A Mission and Joy: Making New Yorkers Know They Matter

Jeanette, Resource Specialist

I’ve been a resource specialist at Staten Island Family Services for 12 years. The staff members in our nine programs all have some clients with very specific needs: a child who needs tutoring, someone having trouble with Supplemental Security Income (SSI), another in need of a coat. They come to me and ask if I know anyone that can help; a place to get steered in the right direction.

Part of my role here is doing home assessments. When you go into a home, you might notice that there’s no food. Sometimes when you enter the home you might see a cup of soup, a little TV dinner, or nothing. That’s when I go into the community and see who can assist these families. I go to different organizations and businesses, tell them about the work we do, and ask if they can help.

One of the things I’m the proudest of is when I helped start a chain link of support throughout Staten Island. I went to the North Shore Rotary and did a presentation at one of their meetings one night. That meeting has doctors, lawyers, real estate brokers, morticians, all part of the rotary. And I linked up with each person and said, “Can you help us?” And they do.

Jeanette, Resource Specialist

Staten Islanders provide our clients with food, clothing, furniture, and back to school supplies. A lot of the families we serve don’t have the funds to get school supplies, so the Rotary Club donated over 50 fully-loaded backpacks. There’s one particular set of twins on Rector Street who gave us Yankee memorabilia rings. The Staten Island Yankees brought Scooter the “Holy Cow” over for a photoshoot. During that year’s school supply drive, along with books, pens, and everything they would need to start their first day of school, we were able to give each child a ring and a photo with Scooter.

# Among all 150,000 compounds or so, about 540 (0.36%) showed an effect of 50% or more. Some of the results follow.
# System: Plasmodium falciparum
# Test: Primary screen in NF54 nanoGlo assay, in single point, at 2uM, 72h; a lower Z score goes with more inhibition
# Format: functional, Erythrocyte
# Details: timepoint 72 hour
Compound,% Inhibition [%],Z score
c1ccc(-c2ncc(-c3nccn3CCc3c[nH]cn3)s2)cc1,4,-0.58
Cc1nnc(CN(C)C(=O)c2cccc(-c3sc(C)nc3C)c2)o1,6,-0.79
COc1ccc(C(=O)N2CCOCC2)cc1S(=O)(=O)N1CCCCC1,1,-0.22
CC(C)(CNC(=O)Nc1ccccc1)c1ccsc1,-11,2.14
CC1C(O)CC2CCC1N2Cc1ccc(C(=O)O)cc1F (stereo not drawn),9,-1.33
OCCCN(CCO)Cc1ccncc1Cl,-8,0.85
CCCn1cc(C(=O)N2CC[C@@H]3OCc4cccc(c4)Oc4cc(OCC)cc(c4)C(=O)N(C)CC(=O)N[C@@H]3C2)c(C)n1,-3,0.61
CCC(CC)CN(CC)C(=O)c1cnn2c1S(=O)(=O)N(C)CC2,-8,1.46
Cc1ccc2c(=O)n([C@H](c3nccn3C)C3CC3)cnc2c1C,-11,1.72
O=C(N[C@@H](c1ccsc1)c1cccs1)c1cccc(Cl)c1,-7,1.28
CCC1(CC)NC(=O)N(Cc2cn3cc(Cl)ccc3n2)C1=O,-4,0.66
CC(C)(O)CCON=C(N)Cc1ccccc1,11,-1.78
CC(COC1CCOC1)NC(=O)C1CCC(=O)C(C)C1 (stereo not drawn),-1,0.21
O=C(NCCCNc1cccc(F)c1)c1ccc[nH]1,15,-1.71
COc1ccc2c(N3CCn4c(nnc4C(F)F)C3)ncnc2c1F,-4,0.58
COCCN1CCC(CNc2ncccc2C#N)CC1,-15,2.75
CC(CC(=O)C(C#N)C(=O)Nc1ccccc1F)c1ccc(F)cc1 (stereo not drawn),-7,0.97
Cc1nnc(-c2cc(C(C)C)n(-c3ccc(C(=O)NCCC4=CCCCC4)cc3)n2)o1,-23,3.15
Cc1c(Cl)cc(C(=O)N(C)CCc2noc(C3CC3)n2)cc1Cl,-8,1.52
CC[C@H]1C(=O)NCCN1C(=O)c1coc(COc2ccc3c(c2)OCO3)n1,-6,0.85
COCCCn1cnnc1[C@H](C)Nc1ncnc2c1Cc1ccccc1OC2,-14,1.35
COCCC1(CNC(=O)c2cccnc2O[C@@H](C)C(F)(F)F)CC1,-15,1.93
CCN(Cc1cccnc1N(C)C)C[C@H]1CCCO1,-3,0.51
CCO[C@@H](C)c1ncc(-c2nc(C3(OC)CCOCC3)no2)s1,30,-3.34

The rings and photos aren’t typical for a supply drive, but things like that make a child feel special. It’s more than just giving them just what they need, but making them know they matter. Those incredibly generous extra efforts help so much with the therapy and concrete services we provide, because it helps the children feel human. Sometimes we have kids who don’t want to go to school because they don’t look or feel like the other kids, and this helps address that.

Another project we do each year is with the help of Traci Cangino, a local realtor. She puts boxes at her offices which the brokers would fill with food. Her children perform community service by going to supermarkets asking shoppers to help fill a cart with food to donate. Last Thanksgiving, thanks to their efforts we were able to distribute around 50 Thanksgiving kits. And like the rings for children, those kits mattered so much.

We like giving everyone a Thanksgiving kit because you can come to a place for therapy when you’re working with a particular issue, but families need more than that to empower themselves, to make them feel, “I’m just like everybody else.” The preparation of the food, the family getting together and preparing it and eating it, it’s a very important experience for families.

A lot of our clients don’t want to ask for this kind of help, and we’re sensitive to that. We want to empower families, but we’ll know there are situations where we can help and they’ll benefit. We’ll say, “Hey we have this” so they don’t feel like they have to ask for charity.

Working here is like family, like a second home. Even when we’re not here with each other, we keep in touch with each other outside of the office. The Jewish Board makes a difference in people’s lives and helps address the many concerns and conflicts that families have—it’s a good place to be if you want to make a difference.

I see it as a mission and joy.

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